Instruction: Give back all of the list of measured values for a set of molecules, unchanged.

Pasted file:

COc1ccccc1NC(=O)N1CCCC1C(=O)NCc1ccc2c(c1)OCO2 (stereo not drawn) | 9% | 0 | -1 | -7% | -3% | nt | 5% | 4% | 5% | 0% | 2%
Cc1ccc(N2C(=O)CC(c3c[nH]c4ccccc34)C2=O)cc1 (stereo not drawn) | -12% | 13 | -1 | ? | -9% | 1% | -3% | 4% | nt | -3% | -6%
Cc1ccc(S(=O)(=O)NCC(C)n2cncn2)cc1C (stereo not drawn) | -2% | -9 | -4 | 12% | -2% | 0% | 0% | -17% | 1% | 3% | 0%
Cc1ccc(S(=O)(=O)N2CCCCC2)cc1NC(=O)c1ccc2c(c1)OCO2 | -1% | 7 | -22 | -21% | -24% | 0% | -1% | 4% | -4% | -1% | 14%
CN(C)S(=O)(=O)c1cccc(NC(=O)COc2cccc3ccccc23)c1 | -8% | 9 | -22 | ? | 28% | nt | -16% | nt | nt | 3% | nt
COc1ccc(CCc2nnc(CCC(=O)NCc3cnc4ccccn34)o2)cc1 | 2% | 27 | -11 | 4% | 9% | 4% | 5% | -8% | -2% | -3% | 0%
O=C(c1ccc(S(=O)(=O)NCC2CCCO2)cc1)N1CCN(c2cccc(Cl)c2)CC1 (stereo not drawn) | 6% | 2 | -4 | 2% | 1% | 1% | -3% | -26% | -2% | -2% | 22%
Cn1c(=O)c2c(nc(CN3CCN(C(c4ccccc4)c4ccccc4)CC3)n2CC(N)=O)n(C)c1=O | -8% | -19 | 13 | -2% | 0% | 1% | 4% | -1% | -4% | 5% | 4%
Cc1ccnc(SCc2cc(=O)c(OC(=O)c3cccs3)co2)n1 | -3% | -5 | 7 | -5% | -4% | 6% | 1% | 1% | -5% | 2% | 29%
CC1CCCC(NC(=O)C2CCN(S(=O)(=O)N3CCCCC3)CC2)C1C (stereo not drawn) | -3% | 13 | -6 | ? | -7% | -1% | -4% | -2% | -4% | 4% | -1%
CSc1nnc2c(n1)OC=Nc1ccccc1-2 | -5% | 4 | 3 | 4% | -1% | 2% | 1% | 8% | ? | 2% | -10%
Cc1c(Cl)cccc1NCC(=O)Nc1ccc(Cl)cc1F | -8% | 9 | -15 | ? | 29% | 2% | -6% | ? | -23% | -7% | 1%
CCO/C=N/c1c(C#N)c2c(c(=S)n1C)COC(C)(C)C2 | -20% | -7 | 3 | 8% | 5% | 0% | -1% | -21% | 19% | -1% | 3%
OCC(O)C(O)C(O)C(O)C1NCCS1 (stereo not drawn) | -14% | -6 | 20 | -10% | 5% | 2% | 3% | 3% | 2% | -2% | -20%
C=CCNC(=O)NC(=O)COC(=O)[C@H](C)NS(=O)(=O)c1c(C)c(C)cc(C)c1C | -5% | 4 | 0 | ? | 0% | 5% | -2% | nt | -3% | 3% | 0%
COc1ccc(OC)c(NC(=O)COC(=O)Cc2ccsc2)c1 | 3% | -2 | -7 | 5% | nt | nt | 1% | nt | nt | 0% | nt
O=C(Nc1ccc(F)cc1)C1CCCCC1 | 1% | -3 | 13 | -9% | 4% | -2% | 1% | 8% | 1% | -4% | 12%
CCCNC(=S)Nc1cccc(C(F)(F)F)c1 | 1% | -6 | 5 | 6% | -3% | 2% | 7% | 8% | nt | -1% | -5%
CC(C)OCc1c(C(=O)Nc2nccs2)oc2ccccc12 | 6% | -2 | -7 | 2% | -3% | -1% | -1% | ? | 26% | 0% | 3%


COc1ccccc1NC(=O)N1CCCC1C(=O)NCc1ccc2c(c1)OCO2 (stereo not drawn) | 9% | 0 | -1 | -7% | -3% | nt | 5% | 4% | 5% | 0% | 2%
Cc1ccc(N2C(=O)CC(c3c[nH]c4ccccc34)C2=O)cc1 (stereo not drawn) | -12% | 13 | -1 | ? | -9% | 1% | -3% | 4% | nt | -3% | -6%
Cc1ccc(S(=O)(=O)NCC(C)n2cncn2)cc1C (stereo not drawn) | -2% | -9 | -4 | 12% | -2% | 0% | 0% | -17% | 1% | 3% | 0%
Cc1ccc(S(=O)(=O)N2CCCCC2)cc1NC(=O)c1ccc2c(c1)OCO2 | -1% | 7 | -22 | -21% | -24% | 0% | -1% | 4% | -4% | -1% | 14%
CN(C)S(=O)(=O)c1cccc(NC(=O)COc2cccc3ccccc23)c1 | -8% | 9 | -22 | ? | 28% | nt | -16% | nt | nt | 3% | nt
COc1ccc(CCc2nnc(CCC(=O)NCc3cnc4ccccn34)o2)cc1 | 2% | 27 | -11 | 4% | 9% | 4% | 5% | -8% | -2% | -3% | 0%
O=C(c1ccc(S(=O)(=O)NCC2CCCO2)cc1)N1CCN(c2cccc(Cl)c2)CC1 (stereo not drawn) | 6% | 2 | -4 | 2% | 1% | 1% | -3% | -26% | -2% | -2% | 22%
Cn1c(=O)c2c(nc(CN3CCN(C(c4ccccc4)c4ccccc4)CC3)n2CC(N)=O)n(C)c1=O | -8% | -19 | 13 | -2% | 0% | 1% | 4% | -1% | -4% | 5% | 4%
Cc1ccnc(SCc2cc(=O)c(OC(=O)c3cccs3)co2)n1 | -3% | -5 | 7 | -5% | -4% | 6% | 1% | 1% | -5% | 2% | 29%
CC1CCCC(NC(=O)C2CCN(S(=O)(=O)N3CCCCC3)CC2)C1C (stereo not drawn) | -3% | 13 | -6 | ? | -7% | -1% | -4% | -2% | -4% | 4% | -1%
CSc1nnc2c(n1)OC=Nc1ccccc1-2 | -5% | 4 | 3 | 4% | -1% | 2% | 1% | 8% | ? | 2% | -10%
Cc1c(Cl)cccc1NCC(=O)Nc1ccc(Cl)cc1F | -8% | 9 | -15 | ? | 29% | 2% | -6% | ? | -23% | -7% | 1%
CCO/C=N/c1c(C#N)c2c(c(=S)n1C)COC(C)(C)C2 | -20% | -7 | 3 | 8% | 5% | 0% | -1% | -21% | 19% | -1% | 3%
OCC(O)C(O)C(O)C(O)C1NCCS1 (stereo not drawn) | -14% | -6 | 20 | -10% | 5% | 2% | 3% | 3% | 2% | -2% | -20%
C=CCNC(=O)NC(=O)COC(=O)[C@H](C)NS(=O)(=O)c1c(C)c(C)cc(C)c1C | -5% | 4 | 0 | ? | 0% | 5% | -2% | nt | -3% | 3% | 0%
COc1ccc(OC)c(NC(=O)COC(=O)Cc2ccsc2)c1 | 3% | -2 | -7 | 5% | nt | nt | 1% | nt | nt | 0% | nt
O=C(Nc1ccc(F)cc1)C1CCCCC1 | 1% | -3 | 13 | -9% | 4% | -2% | 1% | 8% | 1% | -4% | 12%
CCCNC(=S)Nc1cccc(C(F)(F)F)c1 | 1% | -6 | 5 | 6% | -3% | 2% | 7% | 8% | nt | -1% | -5%
CC(C)OCc1c(C(=O)Nc2nccs2)oc2ccccc12 | 6% | -2 | -7 | 2% | -3% | -1% | -1% | ? | 26% | 0% | 3%